Man (20) sues over alleged severe injuries sustained in fatal Co Carlow crash

Man (20) Sues Over Alleged Severe Injuries Sustained In Fatal Co Carlow Crash
Scott John Matthew Bowes' High Court personal injuries action has been brought against the Motor Insurance Bureau of Ireland (MIBI).
Share this article

High Court reporters

A young man has sued over alleged severe injuries he sustained when the car he was travelling in with four friends hit a wall, killing the 16-year-old driver.

Scott John Matthew Bowes was also aged 16 at the time of the February 2019 accident which, he says, caused him injuries to his neck, shoulder and leg, as well as lasting psychological impact.


The driver, Eamon Kavanagh, did not have a licence, due to being 16, and was consequently uninsured. He died when the vehicle hit a concrete wall where a narrow road, coming off Mount Leinster, crossed a cattle grid, south of Myshall. The four other occupants were taken from the scene to hospital.

Mr Bowes (now aged 20), from Myshall, Co Carlow, told the court he and Mr Kavanagh had played hurling together for many years, and he was a very close friend. He missed his funeral as he was still in hospital, “which was hard”, he told the court.


His High Court personal injuries action has been brought against the Motor Insurance Bureau of Ireland (MIBI), which handles claims against untraced and uninsured drivers, and, at the MIBI’s request, Mr Kavanagh’s mother, Jennie Kavanagh, as the owner of the vehicle. A solicitor was sued as the representative of Eamon Kavanagh’s estate.

Negligence has been admitted in relation to the driving at night, but other matters are in dispute, Mr Bowes’s senior counsel, Richard Lyons, told the court.


The MIBI contends it is not liable to compensate Mr Bowes considering he entered the vehicle with a driver who had no insurance policy, was underage and had no ability to exercise control over the vehicle.

The court heard the vehicle the five students were travelling in during the early hours of February 24th, 2019, belonged to Mr Kavanagh’s mother, of Myshall. She had a valid insurance policy, but, as the car was taken without her permission and the driver was underage, the policy did not apply.

Mr Bowes has acknowledged he was aware his friend had consumed two or three drinks before he got behind the wheel, said Mr Lyons. Mr Bowes was not wearing a seatbelt at the time of the crash.

In the witness box, he described a sense of fear as he realised the car was heading down the side of a hill, and he recalled lying on the ground outside the vehicle.


The events leading up to the incident began when Eamon Kavanagh sent him a message at about 1.40am, he said. Eamon and another of the teenagers involved arrived at his home and they proceeded to collect two other boys and three girls to go to an abandoned house outside Borris village. There, they drank some cider, with Mr Bowes drinking one or two ciders, he said.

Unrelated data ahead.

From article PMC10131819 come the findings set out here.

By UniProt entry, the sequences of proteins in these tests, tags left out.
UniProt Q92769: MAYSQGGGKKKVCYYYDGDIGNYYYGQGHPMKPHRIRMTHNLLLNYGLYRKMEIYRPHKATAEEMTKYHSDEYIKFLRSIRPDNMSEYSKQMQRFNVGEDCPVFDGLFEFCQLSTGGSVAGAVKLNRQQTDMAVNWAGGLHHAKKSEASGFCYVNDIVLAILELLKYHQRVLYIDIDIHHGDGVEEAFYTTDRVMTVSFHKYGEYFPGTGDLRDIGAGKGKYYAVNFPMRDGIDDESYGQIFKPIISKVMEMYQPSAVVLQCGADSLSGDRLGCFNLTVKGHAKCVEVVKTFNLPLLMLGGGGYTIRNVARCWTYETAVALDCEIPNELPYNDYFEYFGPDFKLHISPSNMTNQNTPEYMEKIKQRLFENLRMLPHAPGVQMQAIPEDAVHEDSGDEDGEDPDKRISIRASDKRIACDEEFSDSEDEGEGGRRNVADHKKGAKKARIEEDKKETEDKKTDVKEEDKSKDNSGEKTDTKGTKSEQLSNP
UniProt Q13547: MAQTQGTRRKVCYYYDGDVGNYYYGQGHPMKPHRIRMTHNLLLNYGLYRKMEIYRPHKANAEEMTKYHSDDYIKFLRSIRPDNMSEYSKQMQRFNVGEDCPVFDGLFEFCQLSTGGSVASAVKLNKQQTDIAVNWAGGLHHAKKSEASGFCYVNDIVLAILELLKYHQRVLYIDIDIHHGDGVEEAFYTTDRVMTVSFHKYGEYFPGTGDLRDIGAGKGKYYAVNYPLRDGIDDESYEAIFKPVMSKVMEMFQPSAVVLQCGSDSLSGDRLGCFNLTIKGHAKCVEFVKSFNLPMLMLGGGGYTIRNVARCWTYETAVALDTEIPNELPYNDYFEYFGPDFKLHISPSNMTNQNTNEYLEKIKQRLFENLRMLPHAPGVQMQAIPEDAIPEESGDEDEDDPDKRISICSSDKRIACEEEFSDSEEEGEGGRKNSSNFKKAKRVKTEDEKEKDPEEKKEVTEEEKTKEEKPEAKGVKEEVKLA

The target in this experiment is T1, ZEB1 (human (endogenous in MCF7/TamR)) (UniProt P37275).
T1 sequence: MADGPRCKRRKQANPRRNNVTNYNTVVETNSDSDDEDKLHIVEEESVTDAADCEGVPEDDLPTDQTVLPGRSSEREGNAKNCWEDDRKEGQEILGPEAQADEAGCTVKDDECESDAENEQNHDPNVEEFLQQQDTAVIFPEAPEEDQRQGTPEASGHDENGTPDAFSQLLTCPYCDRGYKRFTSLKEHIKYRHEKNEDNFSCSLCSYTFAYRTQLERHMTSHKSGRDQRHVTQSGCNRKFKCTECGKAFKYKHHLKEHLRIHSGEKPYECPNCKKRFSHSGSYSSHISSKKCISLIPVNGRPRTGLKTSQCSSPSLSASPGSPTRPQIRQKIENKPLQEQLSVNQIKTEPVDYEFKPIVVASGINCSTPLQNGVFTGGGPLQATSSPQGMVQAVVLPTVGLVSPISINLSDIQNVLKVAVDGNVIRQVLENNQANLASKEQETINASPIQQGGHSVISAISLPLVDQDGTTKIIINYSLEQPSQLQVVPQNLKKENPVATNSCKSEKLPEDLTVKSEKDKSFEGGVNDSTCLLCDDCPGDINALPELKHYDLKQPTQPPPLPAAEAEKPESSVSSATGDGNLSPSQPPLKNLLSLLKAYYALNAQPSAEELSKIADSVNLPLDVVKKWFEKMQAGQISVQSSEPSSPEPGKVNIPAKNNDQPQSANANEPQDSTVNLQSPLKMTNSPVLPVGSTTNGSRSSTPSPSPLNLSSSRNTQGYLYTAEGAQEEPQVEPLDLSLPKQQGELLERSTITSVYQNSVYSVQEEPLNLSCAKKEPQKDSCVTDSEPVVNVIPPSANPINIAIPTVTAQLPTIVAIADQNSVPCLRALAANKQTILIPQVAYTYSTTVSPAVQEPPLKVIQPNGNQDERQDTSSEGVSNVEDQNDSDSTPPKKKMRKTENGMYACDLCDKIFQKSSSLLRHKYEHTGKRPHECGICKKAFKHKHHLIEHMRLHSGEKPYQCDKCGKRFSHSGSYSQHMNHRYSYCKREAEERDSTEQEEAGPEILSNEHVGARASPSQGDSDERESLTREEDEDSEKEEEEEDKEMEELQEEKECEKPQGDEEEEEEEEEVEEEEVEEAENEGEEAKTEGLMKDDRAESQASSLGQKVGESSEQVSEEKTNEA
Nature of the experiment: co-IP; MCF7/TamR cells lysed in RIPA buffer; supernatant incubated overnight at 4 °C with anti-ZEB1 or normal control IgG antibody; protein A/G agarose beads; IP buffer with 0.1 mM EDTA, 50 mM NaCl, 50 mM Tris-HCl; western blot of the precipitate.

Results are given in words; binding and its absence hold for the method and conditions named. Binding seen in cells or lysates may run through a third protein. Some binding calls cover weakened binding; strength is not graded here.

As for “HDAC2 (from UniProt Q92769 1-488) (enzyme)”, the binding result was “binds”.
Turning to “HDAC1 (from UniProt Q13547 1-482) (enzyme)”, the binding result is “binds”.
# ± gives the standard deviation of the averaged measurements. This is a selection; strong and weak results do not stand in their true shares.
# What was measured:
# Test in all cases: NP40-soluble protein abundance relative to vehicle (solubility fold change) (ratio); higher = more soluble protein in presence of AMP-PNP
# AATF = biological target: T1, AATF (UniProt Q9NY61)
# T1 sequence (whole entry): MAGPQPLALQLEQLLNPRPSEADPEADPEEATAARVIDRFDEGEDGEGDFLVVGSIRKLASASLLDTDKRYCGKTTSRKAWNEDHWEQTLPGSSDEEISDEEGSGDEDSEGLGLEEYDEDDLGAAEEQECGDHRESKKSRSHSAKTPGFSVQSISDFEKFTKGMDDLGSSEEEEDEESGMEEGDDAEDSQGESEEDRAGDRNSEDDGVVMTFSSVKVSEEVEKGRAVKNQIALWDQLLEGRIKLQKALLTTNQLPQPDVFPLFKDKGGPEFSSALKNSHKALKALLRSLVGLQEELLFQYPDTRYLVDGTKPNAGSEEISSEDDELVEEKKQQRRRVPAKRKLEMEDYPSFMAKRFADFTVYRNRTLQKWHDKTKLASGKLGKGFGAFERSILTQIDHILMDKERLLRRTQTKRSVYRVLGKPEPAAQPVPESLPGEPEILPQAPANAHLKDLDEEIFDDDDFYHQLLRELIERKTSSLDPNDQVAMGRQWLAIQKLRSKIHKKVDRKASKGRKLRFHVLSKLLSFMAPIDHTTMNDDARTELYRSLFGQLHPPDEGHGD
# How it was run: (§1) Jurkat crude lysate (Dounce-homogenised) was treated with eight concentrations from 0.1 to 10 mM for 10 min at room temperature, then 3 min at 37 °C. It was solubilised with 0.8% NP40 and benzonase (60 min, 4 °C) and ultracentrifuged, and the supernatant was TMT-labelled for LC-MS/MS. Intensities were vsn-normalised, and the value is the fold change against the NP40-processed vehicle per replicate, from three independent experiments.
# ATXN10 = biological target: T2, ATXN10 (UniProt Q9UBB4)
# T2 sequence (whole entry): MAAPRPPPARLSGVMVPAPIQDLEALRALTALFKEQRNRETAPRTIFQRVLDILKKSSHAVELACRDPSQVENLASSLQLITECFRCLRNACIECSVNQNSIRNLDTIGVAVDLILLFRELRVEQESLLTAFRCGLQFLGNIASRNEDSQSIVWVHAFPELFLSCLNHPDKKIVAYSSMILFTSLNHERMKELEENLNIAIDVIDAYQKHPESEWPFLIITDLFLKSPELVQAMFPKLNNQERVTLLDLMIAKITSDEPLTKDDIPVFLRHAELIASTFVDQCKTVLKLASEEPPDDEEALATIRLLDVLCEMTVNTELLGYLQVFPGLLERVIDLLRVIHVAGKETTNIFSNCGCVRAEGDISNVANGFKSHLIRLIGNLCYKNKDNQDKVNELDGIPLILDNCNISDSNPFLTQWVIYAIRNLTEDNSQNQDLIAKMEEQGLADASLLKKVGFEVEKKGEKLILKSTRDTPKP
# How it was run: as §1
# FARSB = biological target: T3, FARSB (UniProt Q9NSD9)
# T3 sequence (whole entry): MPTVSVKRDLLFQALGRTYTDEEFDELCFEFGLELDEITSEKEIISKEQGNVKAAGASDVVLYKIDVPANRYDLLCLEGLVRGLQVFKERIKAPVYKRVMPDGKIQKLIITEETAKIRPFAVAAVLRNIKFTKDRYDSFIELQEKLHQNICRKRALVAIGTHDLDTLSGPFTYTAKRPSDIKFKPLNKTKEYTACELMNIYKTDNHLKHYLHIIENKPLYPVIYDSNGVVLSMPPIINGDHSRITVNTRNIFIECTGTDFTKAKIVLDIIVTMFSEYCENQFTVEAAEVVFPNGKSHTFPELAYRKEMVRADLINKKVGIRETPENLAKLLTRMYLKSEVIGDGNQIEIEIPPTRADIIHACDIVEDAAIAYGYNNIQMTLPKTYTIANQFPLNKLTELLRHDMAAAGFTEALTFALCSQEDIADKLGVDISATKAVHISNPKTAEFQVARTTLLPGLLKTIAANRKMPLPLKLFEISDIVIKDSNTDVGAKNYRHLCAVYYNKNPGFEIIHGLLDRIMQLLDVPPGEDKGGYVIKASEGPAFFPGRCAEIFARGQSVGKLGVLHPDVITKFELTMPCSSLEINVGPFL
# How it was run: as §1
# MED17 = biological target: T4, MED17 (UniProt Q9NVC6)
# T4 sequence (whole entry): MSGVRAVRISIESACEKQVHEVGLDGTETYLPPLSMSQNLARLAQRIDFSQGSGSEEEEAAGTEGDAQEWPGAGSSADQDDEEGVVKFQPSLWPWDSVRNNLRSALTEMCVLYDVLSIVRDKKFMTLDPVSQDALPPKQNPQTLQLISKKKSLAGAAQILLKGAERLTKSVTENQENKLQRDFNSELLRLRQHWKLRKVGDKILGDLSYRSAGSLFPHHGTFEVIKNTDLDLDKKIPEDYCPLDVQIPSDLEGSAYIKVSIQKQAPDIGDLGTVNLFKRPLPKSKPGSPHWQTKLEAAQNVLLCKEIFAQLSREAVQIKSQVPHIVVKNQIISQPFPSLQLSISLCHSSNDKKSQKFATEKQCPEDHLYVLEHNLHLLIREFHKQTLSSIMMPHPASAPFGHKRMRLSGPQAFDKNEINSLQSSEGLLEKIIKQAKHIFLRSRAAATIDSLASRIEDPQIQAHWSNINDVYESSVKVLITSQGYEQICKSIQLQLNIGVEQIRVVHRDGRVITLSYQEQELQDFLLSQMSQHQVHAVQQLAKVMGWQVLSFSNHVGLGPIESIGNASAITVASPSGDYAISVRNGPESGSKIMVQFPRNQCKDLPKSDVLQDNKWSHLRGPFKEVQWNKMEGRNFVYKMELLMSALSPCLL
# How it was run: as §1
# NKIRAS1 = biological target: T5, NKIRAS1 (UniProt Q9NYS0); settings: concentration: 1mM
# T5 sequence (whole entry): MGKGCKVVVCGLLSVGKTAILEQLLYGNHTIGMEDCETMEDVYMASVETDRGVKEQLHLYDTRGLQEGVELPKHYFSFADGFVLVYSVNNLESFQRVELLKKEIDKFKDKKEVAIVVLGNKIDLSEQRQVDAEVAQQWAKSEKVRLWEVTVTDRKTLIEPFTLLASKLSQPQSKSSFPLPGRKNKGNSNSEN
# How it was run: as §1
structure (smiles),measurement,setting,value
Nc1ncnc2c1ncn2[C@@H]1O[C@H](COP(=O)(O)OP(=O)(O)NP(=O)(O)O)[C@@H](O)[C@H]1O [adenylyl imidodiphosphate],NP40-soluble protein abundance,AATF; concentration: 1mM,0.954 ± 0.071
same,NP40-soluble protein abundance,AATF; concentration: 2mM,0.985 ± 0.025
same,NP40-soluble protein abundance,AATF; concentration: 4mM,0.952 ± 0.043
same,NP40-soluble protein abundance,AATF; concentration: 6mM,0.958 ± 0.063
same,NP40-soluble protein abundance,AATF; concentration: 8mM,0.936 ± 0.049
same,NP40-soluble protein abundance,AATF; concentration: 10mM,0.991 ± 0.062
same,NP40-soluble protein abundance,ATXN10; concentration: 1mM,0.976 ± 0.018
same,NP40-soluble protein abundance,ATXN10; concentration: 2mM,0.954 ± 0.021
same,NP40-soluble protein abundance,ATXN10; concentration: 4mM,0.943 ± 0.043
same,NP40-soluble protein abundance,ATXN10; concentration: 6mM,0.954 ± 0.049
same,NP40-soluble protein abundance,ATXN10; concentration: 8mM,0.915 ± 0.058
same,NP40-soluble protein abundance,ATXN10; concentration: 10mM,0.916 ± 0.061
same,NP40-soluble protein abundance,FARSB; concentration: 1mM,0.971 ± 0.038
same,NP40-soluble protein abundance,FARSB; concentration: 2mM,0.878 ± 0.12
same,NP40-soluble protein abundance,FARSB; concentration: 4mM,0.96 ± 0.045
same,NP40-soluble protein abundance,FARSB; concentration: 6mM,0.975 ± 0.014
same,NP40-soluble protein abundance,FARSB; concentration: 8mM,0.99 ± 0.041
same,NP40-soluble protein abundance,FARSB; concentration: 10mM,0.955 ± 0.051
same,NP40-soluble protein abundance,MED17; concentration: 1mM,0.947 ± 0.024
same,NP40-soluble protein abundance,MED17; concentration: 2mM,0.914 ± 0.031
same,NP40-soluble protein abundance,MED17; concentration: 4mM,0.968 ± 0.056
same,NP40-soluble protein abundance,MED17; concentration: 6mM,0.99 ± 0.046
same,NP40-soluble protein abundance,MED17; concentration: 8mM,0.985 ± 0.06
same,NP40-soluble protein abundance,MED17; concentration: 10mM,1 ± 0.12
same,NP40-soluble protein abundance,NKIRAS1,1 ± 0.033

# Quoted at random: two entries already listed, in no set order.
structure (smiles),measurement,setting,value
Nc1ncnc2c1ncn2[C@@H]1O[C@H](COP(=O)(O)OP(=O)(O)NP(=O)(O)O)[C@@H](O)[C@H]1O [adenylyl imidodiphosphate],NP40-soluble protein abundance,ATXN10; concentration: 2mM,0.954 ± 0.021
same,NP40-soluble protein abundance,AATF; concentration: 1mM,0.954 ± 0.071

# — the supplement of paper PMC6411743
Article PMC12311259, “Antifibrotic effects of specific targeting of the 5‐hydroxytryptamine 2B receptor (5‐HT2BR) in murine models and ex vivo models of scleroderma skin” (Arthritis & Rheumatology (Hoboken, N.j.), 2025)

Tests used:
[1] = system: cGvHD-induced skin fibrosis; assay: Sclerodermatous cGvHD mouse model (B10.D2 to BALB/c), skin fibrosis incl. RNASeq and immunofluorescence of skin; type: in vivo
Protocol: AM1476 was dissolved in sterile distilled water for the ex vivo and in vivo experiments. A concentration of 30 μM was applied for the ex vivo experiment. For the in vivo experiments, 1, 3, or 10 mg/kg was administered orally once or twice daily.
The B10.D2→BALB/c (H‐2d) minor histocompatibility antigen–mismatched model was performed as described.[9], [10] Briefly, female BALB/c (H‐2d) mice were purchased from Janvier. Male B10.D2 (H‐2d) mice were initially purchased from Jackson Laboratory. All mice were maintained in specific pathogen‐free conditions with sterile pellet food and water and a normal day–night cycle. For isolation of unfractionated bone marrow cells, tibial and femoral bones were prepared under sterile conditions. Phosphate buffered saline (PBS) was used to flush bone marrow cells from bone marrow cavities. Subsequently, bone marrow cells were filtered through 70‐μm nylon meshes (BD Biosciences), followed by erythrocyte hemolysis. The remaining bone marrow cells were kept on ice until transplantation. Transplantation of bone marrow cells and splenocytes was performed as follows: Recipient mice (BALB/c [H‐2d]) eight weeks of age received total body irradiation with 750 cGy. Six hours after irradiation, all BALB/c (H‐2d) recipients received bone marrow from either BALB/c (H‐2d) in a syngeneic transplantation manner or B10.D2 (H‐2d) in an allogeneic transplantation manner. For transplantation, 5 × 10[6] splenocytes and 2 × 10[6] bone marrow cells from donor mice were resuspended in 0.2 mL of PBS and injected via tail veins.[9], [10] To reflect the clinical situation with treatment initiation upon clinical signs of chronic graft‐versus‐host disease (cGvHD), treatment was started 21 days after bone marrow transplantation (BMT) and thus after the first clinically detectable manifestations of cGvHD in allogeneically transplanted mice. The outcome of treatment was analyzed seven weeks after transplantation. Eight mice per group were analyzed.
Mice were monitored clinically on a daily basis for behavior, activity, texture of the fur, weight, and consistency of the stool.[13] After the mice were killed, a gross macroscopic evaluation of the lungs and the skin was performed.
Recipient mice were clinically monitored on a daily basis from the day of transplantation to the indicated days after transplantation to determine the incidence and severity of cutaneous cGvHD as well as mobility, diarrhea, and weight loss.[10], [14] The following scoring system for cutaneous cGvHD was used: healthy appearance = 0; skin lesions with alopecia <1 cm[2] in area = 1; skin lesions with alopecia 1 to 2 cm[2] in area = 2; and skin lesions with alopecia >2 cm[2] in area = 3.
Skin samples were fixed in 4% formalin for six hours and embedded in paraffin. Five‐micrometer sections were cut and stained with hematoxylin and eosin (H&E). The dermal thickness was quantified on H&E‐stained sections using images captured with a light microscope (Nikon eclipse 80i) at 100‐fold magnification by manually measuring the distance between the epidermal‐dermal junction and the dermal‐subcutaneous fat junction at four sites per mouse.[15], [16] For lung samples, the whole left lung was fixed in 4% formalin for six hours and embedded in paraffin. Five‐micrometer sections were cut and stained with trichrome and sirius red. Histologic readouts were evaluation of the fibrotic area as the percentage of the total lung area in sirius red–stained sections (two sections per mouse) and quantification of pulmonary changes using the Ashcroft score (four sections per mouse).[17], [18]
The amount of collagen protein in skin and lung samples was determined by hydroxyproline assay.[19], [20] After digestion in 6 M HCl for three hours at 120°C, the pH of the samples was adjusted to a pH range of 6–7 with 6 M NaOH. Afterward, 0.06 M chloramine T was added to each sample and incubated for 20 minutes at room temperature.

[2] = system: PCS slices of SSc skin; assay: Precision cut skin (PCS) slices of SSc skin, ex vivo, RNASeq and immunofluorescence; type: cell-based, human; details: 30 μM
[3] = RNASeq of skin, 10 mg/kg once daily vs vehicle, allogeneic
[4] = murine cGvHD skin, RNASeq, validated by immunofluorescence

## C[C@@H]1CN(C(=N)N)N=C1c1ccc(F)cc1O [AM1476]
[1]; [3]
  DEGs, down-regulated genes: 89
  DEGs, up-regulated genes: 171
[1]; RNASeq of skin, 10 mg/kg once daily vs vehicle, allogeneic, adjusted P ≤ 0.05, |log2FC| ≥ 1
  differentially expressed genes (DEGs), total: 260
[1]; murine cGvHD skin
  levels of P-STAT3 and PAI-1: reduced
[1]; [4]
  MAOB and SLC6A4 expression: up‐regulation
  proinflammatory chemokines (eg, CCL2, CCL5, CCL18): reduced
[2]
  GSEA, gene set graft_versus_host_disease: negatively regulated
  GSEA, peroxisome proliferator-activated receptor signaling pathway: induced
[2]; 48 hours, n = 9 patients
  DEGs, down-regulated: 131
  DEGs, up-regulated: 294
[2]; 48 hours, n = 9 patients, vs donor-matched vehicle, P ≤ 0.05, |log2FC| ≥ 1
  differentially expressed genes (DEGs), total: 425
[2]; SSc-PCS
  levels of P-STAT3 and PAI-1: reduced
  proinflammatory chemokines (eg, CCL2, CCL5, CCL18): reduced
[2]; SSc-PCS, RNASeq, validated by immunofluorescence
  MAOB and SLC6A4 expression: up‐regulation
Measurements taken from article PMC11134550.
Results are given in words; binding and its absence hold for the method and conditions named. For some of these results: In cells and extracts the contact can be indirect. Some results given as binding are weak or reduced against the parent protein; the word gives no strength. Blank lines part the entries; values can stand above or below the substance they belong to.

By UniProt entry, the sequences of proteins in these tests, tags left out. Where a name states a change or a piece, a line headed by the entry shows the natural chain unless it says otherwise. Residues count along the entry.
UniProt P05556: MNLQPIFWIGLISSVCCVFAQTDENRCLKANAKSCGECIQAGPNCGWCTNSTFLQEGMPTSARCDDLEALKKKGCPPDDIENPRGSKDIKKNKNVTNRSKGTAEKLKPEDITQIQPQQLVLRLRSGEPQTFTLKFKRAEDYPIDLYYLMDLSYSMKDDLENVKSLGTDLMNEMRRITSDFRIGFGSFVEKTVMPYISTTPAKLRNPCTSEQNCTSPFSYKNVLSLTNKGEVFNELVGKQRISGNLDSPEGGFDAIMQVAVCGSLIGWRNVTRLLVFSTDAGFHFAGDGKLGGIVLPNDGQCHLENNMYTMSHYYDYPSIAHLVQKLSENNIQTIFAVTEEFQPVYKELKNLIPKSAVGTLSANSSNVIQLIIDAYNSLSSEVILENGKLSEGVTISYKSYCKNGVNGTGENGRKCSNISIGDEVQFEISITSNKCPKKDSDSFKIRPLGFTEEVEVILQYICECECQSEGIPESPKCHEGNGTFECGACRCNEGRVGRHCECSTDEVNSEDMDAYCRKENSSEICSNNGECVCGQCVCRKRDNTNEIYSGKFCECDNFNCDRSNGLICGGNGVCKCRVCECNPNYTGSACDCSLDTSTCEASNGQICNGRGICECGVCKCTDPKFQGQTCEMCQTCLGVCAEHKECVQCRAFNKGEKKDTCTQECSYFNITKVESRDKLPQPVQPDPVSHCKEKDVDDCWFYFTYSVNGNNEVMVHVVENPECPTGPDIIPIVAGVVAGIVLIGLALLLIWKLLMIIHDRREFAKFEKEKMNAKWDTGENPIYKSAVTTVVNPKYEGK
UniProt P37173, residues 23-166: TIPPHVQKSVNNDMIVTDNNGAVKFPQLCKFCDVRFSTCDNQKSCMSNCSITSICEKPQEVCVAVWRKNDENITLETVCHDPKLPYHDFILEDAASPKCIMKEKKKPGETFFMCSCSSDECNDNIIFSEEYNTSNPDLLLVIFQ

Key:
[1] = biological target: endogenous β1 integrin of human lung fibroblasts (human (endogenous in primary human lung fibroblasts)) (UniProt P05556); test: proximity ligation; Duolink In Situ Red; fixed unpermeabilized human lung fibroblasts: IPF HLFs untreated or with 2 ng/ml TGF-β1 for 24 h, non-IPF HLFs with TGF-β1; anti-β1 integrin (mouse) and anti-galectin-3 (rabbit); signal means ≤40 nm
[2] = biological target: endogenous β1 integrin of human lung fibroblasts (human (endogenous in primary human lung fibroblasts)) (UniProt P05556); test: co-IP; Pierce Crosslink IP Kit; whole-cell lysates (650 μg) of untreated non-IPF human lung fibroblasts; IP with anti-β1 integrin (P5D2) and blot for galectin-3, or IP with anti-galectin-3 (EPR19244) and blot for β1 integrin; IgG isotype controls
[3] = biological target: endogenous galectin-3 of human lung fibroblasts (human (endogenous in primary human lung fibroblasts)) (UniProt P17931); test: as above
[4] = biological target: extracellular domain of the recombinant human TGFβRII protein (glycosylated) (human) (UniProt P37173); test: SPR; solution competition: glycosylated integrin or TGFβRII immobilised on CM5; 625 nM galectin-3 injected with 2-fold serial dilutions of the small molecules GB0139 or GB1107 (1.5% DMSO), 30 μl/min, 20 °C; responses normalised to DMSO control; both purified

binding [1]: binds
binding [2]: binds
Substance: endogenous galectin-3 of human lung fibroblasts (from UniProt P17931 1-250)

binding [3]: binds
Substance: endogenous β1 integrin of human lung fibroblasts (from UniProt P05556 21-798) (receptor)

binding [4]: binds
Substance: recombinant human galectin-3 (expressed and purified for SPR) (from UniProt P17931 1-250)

Later, the five boys were in the car driven by Eamon, who, Mr Bowes said, had consumed about two or three ciders. The next thing he recalled was heading towards a wall and hitting it.

The accident was “horrible”, and “everyone was screaming”, said Mr Bowes, adding that he remembers feeling cold lying on the ground awaiting the ambulance.

He dislocated his shoulder, fractured his leg and damaged his neck. He was in a wheelchair for about three months and wore a neck brace for six months, and he is still hampered by the physical injuries, he said. He suffered nightly nightmares about the accident, he told the court.


He began a third-level quantity surveying course in Letterkenny, but he dropped out while suffering from depression and having difficulty eating and sleeping, he said. He went to work in construction with his father.

Under cross-examination from Hugh Mohan SC, for the defendants, Mr Bowes said he did not know then that a 16-year-old is not old enough for a driving licence. Asked if he thought Ms Kavanagh allowed Eamon to take her car, Mr Bowes said: “Looking back at it, no. But then I did not think about it”.

Mr Mohan said Ms Kavanagh will tell the court she did not give permission for her son to take the vehicle.

It was put to him that he knew, aged 16, that taking off at 2am in the morning for a drive was unacceptable. Mr Bowes responded: “I did not know it then.”

Mr Bowes alleges his personal injuries, loss, damage and inconvenience were sustained due to negligence and breach of duty on behalf of the defendants.

The case before Mr Justice Paul Coffey continues.

Read More

Message submitting... Thank you for waiting.

Want us to email you top stories each lunch time?

Download our Apps
© 2024, developed by Square1 and powered by